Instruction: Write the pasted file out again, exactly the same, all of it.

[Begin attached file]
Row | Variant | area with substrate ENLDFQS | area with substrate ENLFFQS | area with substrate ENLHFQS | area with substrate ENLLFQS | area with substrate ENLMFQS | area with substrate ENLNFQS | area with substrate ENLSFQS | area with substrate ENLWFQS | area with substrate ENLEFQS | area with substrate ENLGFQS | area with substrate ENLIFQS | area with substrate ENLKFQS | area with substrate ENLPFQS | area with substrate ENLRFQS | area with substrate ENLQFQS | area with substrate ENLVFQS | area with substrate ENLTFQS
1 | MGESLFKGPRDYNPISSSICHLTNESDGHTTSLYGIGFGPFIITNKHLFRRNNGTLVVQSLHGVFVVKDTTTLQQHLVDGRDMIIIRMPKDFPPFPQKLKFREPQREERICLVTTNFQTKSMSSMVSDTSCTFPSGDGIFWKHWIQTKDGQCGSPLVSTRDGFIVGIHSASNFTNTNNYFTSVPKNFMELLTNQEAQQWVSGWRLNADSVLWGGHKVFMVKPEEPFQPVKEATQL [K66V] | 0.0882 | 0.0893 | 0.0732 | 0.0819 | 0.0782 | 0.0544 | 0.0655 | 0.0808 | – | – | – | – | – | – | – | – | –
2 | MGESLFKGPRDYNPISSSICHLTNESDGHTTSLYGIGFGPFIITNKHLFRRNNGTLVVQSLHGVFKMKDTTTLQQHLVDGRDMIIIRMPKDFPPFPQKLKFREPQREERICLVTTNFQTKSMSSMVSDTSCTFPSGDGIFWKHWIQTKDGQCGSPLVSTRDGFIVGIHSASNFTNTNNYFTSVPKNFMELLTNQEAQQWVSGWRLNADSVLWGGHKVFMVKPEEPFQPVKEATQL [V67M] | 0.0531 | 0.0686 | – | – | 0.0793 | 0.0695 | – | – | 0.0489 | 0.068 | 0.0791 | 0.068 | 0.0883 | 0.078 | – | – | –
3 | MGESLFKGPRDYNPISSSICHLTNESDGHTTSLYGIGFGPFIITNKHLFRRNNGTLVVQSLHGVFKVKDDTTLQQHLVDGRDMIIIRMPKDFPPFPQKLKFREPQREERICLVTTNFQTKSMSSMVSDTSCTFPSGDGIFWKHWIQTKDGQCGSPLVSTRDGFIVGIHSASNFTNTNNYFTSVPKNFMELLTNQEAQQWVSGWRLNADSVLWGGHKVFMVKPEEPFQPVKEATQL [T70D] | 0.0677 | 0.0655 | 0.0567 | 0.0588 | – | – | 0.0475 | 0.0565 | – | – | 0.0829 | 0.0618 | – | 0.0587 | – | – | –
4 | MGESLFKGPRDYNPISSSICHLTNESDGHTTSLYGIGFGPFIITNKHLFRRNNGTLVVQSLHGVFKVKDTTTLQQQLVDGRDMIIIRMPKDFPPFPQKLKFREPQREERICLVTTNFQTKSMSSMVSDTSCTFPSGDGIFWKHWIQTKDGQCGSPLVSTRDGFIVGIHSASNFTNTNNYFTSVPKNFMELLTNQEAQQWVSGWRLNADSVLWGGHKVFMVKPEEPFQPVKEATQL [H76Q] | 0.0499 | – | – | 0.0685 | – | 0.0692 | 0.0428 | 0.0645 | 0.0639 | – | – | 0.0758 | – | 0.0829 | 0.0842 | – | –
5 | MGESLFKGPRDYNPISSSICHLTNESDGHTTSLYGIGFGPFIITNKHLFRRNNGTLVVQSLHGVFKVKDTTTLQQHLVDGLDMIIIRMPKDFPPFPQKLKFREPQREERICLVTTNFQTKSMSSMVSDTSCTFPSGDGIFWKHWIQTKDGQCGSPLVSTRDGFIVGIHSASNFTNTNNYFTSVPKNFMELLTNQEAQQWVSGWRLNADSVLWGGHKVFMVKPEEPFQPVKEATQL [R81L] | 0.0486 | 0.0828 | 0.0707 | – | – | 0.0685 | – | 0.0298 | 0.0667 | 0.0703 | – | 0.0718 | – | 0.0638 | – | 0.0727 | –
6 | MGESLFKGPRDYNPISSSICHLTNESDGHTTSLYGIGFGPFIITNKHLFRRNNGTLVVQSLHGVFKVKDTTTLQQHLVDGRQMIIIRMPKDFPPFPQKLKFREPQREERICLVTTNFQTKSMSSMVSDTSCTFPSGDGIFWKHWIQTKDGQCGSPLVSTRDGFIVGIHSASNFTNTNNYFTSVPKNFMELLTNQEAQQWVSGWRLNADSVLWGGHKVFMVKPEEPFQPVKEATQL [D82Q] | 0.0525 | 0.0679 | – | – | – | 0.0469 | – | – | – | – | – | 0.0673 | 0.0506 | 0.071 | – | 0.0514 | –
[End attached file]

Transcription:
Row | Variant | area with substrate ENLDFQS | area with substrate ENLFFQS | area with substrate ENLHFQS | area with substrate ENLLFQS | area with substrate ENLMFQS | area with substrate ENLNFQS | area with substrate ENLSFQS | area with substrate ENLWFQS | area with substrate ENLEFQS | area with substrate ENLGFQS | area with substrate ENLIFQS | area with substrate ENLKFQS | area with substrate ENLPFQS | area with substrate ENLRFQS | area with substrate ENLQFQS | area with substrate ENLVFQS | area with substrate ENLTFQS
1 | MGESLFKGPRDYNPISSSICHLTNESDGHTTSLYGIGFGPFIITNKHLFRRNNGTLVVQSLHGVFVVKDTTTLQQHLVDGRDMIIIRMPKDFPPFPQKLKFREPQREERICLVTTNFQTKSMSSMVSDTSCTFPSGDGIFWKHWIQTKDGQCGSPLVSTRDGFIVGIHSASNFTNTNNYFTSVPKNFMELLTNQEAQQWVSGWRLNADSVLWGGHKVFMVKPEEPFQPVKEATQL [K66V] | 0.0882 | 0.0893 | 0.0732 | 0.0819 | 0.0782 | 0.0544 | 0.0655 | 0.0808 | – | – | – | – | – | – | – | – | –
2 | MGESLFKGPRDYNPISSSICHLTNESDGHTTSLYGIGFGPFIITNKHLFRRNNGTLVVQSLHGVFKMKDTTTLQQHLVDGRDMIIIRMPKDFPPFPQKLKFREPQREERICLVTTNFQTKSMSSMVSDTSCTFPSGDGIFWKHWIQTKDGQCGSPLVSTRDGFIVGIHSASNFTNTNNYFTSVPKNFMELLTNQEAQQWVSGWRLNADSVLWGGHKVFMVKPEEPFQPVKEATQL [V67M] | 0.0531 | 0.0686 | – | – | 0.0793 | 0.0695 | – | – | 0.0489 | 0.068 | 0.0791 | 0.068 | 0.0883 | 0.078 | – | – | –
3 | MGESLFKGPRDYNPISSSICHLTNESDGHTTSLYGIGFGPFIITNKHLFRRNNGTLVVQSLHGVFKVKDDTTLQQHLVDGRDMIIIRMPKDFPPFPQKLKFREPQREERICLVTTNFQTKSMSSMVSDTSCTFPSGDGIFWKHWIQTKDGQCGSPLVSTRDGFIVGIHSASNFTNTNNYFTSVPKNFMELLTNQEAQQWVSGWRLNADSVLWGGHKVFMVKPEEPFQPVKEATQL [T70D] | 0.0677 | 0.0655 | 0.0567 | 0.0588 | – | – | 0.0475 | 0.0565 | – | – | 0.0829 | 0.0618 | – | 0.0587 | – | – | –
4 | MGESLFKGPRDYNPISSSICHLTNESDGHTTSLYGIGFGPFIITNKHLFRRNNGTLVVQSLHGVFKVKDTTTLQQQLVDGRDMIIIRMPKDFPPFPQKLKFREPQREERICLVTTNFQTKSMSSMVSDTSCTFPSGDGIFWKHWIQTKDGQCGSPLVSTRDGFIVGIHSASNFTNTNNYFTSVPKNFMELLTNQEAQQWVSGWRLNADSVLWGGHKVFMVKPEEPFQPVKEATQL [H76Q] | 0.0499 | – | – | 0.0685 | – | 0.0692 | 0.0428 | 0.0645 | 0.0639 | – | – | 0.0758 | – | 0.0829 | 0.0842 | – | –
5 | MGESLFKGPRDYNPISSSICHLTNESDGHTTSLYGIGFGPFIITNKHLFRRNNGTLVVQSLHGVFKVKDTTTLQQHLVDGLDMIIIRMPKDFPPFPQKLKFREPQREERICLVTTNFQTKSMSSMVSDTSCTFPSGDGIFWKHWIQTKDGQCGSPLVSTRDGFIVGIHSASNFTNTNNYFTSVPKNFMELLTNQEAQQWVSGWRLNADSVLWGGHKVFMVKPEEPFQPVKEATQL [R81L] | 0.0486 | 0.0828 | 0.0707 | – | – | 0.0685 | – | 0.0298 | 0.0667 | 0.0703 | – | 0.0718 | – | 0.0638 | – | 0.0727 | –
6 | MGESLFKGPRDYNPISSSICHLTNESDGHTTSLYGIGFGPFIITNKHLFRRNNGTLVVQSLHGVFKVKDTTTLQQHLVDGRQMIIIRMPKDFPPFPQKLKFREPQREERICLVTTNFQTKSMSSMVSDTSCTFPSGDGIFWKHWIQTKDGQCGSPLVSTRDGFIVGIHSASNFTNTNNYFTSVPKNFMELLTNQEAQQWVSGWRLNADSVLWGGHKVFMVKPEEPFQPVKEATQL [D82Q] | 0.0525 | 0.0679 | – | – | – | 0.0469 | – | – | – | – | – | 0.0673 | 0.0506 | 0.071 | – | 0.0514 | –